Our wet spring weather has caused problems with your yard. And now you’re wondering if you’re going to have the beautiful, lush yard you’ve been dreaming about.
Jerry Goodspeed, a horticulturist at the Ogden Botanical Gardens, answers the five questions everyone is asking this wet spring.
The top five gardening questions answered. If you haven’t asked these yet, you will.
1. What is that white powdery stuff on the leaves of my plants and how do I control it?
a. Powdery Mildew – A fungus that loves cool wet springs. Control it by applying a registered fungicide. Home controls include a baking soda solution or diluted milk
2. Why is my grass different shades of green than my neighbors?
a. This wet cool weather has a tendency to leach our nitrogen and increase iron problems. Both can cause grass to look a little more yellow that normal. This can be patchy looking. Apply a slow release fertilizer high in nitrogen, and you can also apply a cheap iron product found at most nurseries.
3. Is it too late to kill those nasty weeds in the lawn?
a. Not ever too late to kill weeds! As long as the temperatures stay below 85 you can apply a broadleaf weed killer like 2, 4-D. Just make sure temperatures stay below 85 for 48 hours to reduce risk of the chemical drifting to desirable plants. Also, you can still apply a per-emergent to the lawn, but some annual weeds may already be growing. It will help though.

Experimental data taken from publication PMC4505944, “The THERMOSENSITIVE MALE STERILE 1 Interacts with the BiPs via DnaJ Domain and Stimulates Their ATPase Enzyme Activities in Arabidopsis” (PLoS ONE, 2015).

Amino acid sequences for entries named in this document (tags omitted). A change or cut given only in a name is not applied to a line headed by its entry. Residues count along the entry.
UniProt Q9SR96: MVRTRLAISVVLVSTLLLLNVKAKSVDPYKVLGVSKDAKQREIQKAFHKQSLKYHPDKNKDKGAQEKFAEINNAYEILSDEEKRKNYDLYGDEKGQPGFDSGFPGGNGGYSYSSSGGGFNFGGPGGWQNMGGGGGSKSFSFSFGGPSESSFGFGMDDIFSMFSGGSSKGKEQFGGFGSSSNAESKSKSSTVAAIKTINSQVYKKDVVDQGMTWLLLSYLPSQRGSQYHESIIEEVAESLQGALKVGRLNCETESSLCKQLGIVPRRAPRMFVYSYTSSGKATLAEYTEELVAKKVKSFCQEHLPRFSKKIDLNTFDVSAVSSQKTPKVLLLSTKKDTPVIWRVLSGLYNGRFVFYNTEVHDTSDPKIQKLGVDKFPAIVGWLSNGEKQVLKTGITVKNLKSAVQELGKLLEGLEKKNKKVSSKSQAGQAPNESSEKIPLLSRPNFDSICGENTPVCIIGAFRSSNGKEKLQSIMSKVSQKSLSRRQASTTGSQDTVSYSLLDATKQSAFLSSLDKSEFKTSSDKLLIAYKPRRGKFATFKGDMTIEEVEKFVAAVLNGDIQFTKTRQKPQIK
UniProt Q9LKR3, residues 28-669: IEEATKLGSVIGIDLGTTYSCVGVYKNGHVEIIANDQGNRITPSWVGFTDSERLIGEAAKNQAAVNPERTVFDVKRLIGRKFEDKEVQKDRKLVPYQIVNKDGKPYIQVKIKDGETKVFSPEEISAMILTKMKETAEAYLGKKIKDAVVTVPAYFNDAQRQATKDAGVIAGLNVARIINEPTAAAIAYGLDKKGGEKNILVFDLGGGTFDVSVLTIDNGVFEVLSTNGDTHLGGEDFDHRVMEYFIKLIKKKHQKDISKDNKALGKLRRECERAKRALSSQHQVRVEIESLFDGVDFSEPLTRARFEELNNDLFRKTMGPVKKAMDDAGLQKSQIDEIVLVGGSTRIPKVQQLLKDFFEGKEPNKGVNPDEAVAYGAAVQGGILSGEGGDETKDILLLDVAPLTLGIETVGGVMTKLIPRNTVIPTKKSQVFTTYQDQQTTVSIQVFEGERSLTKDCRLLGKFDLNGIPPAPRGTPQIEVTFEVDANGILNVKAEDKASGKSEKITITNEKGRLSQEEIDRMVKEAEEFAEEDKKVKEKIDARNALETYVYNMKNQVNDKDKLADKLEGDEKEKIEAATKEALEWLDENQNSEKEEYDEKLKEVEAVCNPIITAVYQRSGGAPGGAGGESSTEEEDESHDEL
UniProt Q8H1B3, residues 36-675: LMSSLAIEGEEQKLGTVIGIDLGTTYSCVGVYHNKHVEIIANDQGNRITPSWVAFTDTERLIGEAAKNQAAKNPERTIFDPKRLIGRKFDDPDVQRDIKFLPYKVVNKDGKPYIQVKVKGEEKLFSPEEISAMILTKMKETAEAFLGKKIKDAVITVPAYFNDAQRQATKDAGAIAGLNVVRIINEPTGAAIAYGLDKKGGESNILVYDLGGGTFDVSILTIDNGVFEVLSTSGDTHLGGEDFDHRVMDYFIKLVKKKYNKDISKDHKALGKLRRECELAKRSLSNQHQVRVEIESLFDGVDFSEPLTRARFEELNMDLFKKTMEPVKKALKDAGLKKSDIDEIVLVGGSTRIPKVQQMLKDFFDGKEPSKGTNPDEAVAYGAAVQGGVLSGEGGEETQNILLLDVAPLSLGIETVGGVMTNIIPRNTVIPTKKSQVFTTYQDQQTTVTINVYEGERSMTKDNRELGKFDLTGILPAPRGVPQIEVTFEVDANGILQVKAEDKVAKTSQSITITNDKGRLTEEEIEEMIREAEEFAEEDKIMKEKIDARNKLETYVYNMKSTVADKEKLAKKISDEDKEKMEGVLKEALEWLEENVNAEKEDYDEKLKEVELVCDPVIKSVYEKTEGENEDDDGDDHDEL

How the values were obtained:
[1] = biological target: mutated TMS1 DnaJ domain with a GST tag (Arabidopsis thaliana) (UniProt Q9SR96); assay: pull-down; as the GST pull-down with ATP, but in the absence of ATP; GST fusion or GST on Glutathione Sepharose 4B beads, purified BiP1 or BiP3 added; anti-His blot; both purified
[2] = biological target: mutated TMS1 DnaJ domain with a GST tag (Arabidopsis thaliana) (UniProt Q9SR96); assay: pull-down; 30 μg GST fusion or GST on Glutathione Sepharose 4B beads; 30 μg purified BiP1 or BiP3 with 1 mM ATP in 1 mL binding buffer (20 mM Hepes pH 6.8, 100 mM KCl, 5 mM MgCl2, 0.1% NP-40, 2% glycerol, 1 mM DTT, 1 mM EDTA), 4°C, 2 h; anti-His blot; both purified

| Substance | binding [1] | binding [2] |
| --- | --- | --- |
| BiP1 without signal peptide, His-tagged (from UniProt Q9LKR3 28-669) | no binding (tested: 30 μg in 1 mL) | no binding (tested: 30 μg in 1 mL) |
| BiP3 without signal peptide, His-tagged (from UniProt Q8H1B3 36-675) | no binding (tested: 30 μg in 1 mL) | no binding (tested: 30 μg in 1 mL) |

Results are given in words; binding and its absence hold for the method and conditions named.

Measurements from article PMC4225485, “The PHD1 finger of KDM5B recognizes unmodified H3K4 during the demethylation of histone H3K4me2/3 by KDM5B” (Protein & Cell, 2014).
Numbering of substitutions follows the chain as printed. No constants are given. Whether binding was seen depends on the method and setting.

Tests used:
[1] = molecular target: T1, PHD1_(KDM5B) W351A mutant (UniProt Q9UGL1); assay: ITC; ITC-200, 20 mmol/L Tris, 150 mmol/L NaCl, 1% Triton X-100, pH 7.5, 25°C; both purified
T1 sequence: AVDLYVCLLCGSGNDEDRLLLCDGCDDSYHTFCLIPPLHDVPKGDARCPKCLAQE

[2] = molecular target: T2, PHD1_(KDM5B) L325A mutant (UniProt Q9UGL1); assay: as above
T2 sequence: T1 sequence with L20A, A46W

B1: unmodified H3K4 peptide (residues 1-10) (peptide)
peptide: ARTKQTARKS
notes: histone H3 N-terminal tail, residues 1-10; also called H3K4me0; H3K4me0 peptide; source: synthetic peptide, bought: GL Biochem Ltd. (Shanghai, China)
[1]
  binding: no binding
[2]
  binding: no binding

4. Can I plant my annuals yet? And which are some different and cool annuals?
a. Annuals only take about 2 to 3 weeks to establish and get beautiful. I think we are out of frost danger, but I make no promises. It should be okay to plant them. The ones I think are really cool and a little unusual are nierembergia, gomphrena, creeping zinnias, and rudbeckia.
5. What problems am I going to see in the future because of the wet spring?
a. I see Anthracnose (a fungus) in sycamores, oaks and maples. This is a common problem when we get wet weather. It normally is not fatal to the trees, but they will drop their leaves. You can spray now with a registered fungicide, or not worry about it.
Ogden Botanical Gardens